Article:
Activision Wins Legal Battle: $14.5 Million Awarded in Case Against EngineOwning

Call of Duty Illustration

In a significant legal victory for Activision, the publisher of the widely popular Call of Duty franchise, a court has awarded $14.5 million in damages against the cheat manufacturer EngineOwning. This landmark decision is a major step in the ongoing battle against game cheats and highlights the serious consequences for those who undermine the integrity of online gaming. Activision wins legal battle against EngineOwning.

The Legal Battle

EngineOwning has been a notorious name in the gaming community, especially among Call of Duty players, for providing cheats and hacks for several installments of the game, including Call of Duty: Warzone and Modern Warfare 3. These cheats have been a thorn in the side of legitimate players and the developers, prompting Activision to take legal action.

Activision initially filed a lawsuit against EngineOwning in January 2022, seeking to hold the company accountable for the damages caused by its cheating software. The lawsuit highlighted the financial losses and the negative impact on the gaming experience for honest players. In February 2023, the court awarded Activision $3 million in damages, but the legal battle didn’t end there.

The Verdict

In a decisive ruling, the court has now awarded Activision an additional $14.5 million in damages. The ruling also included $292,000 in legal fees, bringing the total financial penalty against EngineOwning to a substantial amount. Furthermore, the court ordered that the domain of EngineOwning’s website be transferred to Activision, effectively shutting down the cheat maker’s online presence.

This outcome is a significant win for Activision and sends a strong message to other potential cheat developers. The decision underscores the seriousness with which the legal system views the creation and distribution of game cheats.

Broader Implications

This isn’t the first time a major game publisher has successfully sued a cheat manufacturer. Recently, Bungie, the developer behind Destiny 2, won a lawsuit against AimJunkies, another prominent cheat provider. The jury awarded Bungie $63,210 in damages, reinforcing the trend of game companies taking decisive legal action against those who disrupt fair play.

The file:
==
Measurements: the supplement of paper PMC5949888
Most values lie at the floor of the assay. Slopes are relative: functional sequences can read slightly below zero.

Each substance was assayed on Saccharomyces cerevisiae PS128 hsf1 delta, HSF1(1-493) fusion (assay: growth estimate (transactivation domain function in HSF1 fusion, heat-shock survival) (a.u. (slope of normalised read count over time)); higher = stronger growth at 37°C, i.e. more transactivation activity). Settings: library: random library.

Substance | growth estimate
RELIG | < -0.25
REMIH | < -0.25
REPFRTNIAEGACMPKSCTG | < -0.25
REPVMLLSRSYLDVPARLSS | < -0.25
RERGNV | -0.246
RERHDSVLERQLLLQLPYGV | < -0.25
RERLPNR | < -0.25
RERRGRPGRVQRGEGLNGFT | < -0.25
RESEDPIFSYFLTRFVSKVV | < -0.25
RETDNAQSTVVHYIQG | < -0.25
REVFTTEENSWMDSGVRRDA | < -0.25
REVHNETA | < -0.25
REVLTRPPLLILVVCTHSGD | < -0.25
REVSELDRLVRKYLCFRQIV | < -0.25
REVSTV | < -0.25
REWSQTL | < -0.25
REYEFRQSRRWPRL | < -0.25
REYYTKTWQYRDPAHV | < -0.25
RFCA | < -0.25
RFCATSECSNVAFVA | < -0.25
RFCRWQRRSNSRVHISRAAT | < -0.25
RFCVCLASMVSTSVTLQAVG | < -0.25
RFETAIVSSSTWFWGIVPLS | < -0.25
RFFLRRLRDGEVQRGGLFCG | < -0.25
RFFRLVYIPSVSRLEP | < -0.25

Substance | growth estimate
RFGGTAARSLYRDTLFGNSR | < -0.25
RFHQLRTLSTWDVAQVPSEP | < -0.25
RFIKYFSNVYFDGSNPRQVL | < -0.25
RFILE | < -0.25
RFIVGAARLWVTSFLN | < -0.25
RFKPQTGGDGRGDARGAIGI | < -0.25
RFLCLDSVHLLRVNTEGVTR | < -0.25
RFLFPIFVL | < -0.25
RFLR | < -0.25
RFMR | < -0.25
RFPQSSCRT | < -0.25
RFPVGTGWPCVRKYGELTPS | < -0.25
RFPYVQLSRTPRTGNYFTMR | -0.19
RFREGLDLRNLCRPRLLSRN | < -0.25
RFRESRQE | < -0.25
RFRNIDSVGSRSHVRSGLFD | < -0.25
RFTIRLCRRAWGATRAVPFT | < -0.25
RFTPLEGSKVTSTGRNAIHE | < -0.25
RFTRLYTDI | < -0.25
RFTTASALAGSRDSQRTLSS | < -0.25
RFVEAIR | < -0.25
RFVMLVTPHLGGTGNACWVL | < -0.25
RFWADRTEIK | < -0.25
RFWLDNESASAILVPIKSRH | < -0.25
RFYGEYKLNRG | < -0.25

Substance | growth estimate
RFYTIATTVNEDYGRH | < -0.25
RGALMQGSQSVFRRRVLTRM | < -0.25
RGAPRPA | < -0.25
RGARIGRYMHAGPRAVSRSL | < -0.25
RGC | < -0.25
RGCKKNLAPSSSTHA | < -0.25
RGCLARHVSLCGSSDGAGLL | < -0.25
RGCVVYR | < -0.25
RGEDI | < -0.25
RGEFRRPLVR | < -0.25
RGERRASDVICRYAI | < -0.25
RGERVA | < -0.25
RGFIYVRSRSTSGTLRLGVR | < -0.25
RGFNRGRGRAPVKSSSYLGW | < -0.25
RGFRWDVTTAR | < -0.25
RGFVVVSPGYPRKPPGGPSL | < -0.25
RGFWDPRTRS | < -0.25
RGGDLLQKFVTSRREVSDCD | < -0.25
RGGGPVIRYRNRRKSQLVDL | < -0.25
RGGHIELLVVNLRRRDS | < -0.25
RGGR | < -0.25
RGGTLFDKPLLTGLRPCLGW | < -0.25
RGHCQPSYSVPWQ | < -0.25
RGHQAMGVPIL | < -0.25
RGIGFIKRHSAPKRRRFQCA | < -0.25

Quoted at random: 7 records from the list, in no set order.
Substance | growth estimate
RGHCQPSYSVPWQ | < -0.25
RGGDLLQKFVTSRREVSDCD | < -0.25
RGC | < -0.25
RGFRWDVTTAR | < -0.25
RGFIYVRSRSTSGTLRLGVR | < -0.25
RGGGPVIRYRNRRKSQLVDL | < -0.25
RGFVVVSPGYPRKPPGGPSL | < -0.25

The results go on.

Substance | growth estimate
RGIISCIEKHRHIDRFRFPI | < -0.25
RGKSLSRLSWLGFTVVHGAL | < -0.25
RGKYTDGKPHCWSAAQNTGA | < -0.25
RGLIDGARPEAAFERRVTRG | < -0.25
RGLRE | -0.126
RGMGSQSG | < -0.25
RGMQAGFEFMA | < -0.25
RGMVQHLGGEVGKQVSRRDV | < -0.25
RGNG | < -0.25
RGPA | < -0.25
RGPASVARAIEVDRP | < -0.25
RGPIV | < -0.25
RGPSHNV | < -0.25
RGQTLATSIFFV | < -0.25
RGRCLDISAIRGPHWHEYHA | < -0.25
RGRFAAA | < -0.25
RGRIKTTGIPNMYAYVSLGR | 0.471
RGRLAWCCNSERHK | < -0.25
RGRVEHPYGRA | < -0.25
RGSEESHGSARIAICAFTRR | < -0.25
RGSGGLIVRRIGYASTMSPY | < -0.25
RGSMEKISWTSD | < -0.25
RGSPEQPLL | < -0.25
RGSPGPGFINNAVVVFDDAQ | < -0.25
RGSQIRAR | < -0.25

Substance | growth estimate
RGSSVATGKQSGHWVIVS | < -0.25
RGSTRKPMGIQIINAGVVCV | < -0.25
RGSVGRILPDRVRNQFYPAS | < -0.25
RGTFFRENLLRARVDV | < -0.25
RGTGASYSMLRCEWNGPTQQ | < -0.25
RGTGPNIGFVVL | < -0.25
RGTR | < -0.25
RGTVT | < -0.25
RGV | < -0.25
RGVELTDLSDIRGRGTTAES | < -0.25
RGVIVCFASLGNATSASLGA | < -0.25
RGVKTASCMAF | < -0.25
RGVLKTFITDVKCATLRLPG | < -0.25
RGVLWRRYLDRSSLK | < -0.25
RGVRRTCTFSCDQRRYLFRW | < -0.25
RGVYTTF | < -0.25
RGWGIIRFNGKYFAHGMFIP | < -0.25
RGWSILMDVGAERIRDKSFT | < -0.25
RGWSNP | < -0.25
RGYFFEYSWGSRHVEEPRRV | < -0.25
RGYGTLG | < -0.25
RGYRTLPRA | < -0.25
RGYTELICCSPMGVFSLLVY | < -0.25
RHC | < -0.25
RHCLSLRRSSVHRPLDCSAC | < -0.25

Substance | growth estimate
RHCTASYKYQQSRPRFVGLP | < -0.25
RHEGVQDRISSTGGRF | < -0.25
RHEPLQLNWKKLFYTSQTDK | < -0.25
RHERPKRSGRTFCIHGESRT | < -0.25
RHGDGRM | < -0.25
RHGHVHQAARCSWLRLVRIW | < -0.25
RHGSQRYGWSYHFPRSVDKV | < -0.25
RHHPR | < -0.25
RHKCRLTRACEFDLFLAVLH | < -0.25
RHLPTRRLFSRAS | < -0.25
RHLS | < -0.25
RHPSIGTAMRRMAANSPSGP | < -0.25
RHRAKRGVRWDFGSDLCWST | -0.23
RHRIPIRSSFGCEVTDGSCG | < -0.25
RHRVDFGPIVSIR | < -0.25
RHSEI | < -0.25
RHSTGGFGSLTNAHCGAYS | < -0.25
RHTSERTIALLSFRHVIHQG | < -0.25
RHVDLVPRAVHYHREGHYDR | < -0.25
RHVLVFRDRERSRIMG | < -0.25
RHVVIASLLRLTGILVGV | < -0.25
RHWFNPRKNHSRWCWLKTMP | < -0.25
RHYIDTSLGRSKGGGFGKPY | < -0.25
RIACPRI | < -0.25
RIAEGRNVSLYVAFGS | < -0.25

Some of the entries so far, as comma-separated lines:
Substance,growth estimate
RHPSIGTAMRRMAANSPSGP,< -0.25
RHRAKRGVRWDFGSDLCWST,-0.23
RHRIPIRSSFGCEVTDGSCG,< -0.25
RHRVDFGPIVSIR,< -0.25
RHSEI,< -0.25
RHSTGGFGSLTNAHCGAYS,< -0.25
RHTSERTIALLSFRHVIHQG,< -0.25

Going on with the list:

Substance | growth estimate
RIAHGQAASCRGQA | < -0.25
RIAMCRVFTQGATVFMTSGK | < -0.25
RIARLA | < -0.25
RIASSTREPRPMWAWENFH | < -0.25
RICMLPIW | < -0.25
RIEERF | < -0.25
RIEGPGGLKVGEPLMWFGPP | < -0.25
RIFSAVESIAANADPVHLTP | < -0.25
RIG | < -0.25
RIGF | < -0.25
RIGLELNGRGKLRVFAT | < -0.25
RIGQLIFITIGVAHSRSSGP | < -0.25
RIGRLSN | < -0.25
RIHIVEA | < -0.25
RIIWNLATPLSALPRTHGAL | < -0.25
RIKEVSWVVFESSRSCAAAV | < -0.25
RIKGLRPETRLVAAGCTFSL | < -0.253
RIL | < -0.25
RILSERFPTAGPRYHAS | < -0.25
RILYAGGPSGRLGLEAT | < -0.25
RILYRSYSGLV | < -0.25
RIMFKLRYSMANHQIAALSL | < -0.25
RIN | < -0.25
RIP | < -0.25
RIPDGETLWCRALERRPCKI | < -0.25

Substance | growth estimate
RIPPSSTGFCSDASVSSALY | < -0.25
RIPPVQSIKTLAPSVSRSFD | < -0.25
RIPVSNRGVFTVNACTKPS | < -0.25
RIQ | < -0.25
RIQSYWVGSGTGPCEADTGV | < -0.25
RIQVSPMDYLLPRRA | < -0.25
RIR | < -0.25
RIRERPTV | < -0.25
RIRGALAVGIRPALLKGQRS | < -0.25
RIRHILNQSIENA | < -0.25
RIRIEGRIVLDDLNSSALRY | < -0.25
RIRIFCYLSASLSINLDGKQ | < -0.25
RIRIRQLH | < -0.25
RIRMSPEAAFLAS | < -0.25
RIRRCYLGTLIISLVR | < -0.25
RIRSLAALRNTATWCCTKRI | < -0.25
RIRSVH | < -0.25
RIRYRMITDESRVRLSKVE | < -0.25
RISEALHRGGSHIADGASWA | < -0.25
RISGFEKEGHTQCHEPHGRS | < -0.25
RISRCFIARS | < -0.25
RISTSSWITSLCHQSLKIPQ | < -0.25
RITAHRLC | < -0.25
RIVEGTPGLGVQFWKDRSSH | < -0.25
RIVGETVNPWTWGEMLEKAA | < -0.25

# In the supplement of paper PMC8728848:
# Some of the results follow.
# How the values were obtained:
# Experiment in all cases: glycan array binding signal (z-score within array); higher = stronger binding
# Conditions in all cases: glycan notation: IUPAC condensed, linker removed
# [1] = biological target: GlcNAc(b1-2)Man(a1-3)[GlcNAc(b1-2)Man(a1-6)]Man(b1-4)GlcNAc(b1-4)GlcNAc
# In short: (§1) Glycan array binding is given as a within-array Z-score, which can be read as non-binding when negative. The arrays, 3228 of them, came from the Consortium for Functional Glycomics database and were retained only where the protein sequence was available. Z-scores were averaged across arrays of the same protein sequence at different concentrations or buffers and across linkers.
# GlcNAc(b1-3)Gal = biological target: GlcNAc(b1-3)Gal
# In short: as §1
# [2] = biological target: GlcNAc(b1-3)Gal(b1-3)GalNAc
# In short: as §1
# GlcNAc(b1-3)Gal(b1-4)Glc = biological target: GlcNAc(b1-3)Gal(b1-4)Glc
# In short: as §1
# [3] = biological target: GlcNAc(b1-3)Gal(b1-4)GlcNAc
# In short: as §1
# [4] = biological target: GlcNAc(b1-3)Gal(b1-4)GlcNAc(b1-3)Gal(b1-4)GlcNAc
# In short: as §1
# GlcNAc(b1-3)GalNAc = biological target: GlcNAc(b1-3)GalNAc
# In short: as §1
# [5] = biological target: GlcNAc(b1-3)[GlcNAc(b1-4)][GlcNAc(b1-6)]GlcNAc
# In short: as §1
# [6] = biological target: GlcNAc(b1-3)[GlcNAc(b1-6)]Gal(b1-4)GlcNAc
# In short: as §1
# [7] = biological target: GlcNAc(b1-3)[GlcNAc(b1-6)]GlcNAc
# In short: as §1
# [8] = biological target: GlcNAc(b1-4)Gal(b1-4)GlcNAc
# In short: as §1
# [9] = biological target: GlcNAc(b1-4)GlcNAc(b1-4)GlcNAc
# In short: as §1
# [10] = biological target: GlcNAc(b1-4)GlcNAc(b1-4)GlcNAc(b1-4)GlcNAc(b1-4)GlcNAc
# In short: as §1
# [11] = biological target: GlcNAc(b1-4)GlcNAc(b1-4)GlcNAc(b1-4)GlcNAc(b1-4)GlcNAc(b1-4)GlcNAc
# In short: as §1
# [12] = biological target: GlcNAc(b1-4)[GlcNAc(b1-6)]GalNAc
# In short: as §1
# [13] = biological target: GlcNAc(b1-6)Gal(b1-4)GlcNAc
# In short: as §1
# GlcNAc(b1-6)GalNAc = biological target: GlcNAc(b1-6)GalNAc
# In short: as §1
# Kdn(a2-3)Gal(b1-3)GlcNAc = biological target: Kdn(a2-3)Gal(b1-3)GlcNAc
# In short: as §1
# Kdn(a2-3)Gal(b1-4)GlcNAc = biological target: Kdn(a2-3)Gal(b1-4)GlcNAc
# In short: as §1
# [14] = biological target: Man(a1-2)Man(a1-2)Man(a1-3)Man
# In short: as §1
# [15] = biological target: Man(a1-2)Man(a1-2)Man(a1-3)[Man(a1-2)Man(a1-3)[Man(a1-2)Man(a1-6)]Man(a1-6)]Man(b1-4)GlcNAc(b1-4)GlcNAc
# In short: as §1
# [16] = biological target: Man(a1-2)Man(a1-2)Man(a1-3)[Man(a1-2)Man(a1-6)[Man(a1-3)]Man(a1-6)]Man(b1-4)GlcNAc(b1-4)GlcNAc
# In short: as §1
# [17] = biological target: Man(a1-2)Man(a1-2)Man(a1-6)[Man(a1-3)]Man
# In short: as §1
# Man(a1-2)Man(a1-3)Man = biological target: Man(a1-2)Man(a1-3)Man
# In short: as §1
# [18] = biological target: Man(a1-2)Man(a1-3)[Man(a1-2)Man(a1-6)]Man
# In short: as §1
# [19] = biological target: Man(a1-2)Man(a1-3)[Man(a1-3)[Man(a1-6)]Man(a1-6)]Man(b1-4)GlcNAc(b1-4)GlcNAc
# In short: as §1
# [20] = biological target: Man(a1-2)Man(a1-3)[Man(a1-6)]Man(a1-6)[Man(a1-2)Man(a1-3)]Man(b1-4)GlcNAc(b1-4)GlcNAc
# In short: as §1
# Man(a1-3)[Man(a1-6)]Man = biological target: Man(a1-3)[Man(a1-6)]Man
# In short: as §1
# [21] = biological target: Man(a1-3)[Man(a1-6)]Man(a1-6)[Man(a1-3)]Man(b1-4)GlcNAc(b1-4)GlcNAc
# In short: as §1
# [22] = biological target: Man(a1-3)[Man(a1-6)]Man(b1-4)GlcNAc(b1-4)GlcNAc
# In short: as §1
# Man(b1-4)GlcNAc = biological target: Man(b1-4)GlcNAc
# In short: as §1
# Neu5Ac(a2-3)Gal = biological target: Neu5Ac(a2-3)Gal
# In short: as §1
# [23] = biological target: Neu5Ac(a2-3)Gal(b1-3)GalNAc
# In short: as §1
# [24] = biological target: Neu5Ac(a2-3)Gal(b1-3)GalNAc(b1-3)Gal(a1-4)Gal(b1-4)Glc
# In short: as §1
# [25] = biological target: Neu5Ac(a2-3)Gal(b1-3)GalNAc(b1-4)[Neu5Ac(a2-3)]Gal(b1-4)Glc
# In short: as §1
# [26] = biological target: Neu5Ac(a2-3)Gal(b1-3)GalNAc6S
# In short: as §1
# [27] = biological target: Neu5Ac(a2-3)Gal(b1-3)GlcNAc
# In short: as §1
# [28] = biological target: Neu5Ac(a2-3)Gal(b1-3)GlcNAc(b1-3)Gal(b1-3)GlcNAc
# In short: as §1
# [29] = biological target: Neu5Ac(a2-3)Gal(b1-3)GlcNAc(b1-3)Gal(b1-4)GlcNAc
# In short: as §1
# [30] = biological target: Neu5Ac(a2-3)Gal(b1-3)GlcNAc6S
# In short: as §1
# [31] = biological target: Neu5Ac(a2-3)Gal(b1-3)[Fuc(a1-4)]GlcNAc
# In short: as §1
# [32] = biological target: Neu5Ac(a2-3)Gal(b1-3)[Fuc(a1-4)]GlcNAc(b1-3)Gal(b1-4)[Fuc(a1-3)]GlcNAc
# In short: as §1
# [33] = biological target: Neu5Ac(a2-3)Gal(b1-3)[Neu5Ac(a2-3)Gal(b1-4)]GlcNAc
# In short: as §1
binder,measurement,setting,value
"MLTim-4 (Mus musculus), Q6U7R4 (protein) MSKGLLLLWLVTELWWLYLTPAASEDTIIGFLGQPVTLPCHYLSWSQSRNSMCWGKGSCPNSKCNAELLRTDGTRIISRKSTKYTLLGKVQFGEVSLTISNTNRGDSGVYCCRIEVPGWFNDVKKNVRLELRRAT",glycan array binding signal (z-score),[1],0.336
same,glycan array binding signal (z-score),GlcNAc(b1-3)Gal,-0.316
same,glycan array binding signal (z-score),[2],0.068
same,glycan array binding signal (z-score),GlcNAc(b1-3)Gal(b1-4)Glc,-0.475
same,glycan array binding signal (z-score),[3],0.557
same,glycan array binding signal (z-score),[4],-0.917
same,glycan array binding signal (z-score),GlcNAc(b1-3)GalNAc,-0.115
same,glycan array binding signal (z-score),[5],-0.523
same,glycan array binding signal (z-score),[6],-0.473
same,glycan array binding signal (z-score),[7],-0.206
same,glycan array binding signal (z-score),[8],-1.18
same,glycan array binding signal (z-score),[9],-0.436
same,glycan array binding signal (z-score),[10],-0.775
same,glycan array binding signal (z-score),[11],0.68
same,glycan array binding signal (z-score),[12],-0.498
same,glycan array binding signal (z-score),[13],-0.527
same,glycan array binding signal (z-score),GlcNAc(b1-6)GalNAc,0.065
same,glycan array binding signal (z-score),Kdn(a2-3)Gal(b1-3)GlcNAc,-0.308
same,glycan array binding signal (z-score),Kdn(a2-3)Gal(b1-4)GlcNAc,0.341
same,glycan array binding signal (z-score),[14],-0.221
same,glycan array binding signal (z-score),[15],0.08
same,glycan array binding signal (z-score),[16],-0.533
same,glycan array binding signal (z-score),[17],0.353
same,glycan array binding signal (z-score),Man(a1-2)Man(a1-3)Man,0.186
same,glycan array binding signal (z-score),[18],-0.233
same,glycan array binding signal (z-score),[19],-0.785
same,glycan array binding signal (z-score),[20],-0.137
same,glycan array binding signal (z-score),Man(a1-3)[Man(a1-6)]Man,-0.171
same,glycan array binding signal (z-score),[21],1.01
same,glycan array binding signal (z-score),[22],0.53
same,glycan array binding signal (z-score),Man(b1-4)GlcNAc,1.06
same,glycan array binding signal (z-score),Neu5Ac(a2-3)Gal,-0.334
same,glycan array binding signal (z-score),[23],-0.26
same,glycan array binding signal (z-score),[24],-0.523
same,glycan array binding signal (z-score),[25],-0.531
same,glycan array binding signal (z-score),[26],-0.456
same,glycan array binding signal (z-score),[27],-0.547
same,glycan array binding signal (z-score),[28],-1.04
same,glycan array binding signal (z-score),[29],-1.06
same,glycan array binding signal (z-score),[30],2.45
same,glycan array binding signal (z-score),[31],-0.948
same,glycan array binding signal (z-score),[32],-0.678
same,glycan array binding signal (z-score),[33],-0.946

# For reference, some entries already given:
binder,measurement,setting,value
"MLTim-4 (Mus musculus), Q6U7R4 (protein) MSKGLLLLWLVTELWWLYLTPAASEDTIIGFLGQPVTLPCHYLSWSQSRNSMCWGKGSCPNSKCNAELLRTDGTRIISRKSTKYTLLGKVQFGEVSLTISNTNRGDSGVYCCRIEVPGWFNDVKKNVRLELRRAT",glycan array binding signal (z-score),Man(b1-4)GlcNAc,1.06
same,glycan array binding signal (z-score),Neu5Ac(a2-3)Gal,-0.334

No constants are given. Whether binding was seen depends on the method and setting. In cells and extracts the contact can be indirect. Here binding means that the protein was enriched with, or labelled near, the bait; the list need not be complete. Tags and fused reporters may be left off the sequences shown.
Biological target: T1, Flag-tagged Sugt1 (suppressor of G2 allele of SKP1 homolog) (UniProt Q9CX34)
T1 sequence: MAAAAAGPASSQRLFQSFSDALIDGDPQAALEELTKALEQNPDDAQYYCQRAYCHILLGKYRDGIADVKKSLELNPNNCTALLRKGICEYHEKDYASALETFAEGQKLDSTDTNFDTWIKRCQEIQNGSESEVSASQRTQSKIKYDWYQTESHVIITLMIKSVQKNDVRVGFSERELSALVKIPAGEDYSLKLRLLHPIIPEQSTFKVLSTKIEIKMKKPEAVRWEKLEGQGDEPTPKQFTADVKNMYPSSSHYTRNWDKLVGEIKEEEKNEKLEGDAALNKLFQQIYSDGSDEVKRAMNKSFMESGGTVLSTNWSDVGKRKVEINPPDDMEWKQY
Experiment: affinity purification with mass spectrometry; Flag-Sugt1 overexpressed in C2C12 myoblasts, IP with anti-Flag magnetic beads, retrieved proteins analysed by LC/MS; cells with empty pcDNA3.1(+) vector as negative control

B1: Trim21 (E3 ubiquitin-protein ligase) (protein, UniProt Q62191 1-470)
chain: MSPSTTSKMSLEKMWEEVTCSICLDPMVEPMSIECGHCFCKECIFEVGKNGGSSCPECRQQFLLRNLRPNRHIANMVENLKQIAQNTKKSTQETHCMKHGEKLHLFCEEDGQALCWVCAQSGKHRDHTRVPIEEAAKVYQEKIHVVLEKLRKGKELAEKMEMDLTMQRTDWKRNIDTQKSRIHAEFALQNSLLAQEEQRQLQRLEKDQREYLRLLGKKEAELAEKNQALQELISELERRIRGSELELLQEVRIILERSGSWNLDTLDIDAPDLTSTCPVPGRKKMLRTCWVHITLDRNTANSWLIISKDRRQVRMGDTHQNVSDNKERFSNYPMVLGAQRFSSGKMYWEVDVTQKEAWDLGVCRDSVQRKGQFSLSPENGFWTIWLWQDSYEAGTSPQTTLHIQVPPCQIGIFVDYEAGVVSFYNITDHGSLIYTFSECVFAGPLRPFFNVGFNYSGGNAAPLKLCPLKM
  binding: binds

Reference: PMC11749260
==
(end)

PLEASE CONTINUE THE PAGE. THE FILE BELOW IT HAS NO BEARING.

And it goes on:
While AimJunkies’ parent company, Phoenix Digital, plans to challenge the verdict, the ruling against EngineOwning stands as a definitive victory for Activision. The outcome of these cases could potentially deter other cheat makers and highlight the risks associated with creating and selling cheats.

Future Prospects

The legal victory comes at a time of significant developments for the Call of Duty franchise. Microsoft recently unveiled details about the upcoming Call of Duty: Black Ops 6, announcing that it will be the first in the series to launch on Xbox Game Pass from day one, following Microsoft’s acquisition of Activision last year. This strategic move aims to expand the game’s reach and offer more value to Xbox subscribers.

The next installment, Call of Duty: Black Ops 6, is set to make its debut during the Xbox Games Showcase, promising an in-depth look at the new gameplay features and innovations. This announcement has generated considerable excitement among fans and marks a new chapter for the franchise under Microsoft’s stewardship.


The recent court ruling against EngineOwning is a monumental victory for Activision and the gaming community at large. It not only ensures substantial financial compensation for the publisher but also serves as a powerful deterrent against future cheat developers. As the gaming industry continues to evolve, such legal actions are crucial in maintaining the integrity and enjoyment of online multiplayer experiences. With the upcoming release of Call of Duty: Black Ops 6, Activision is poised to continue its legacy of delivering top-tier gaming experiences while safeguarding fair play for all its players.

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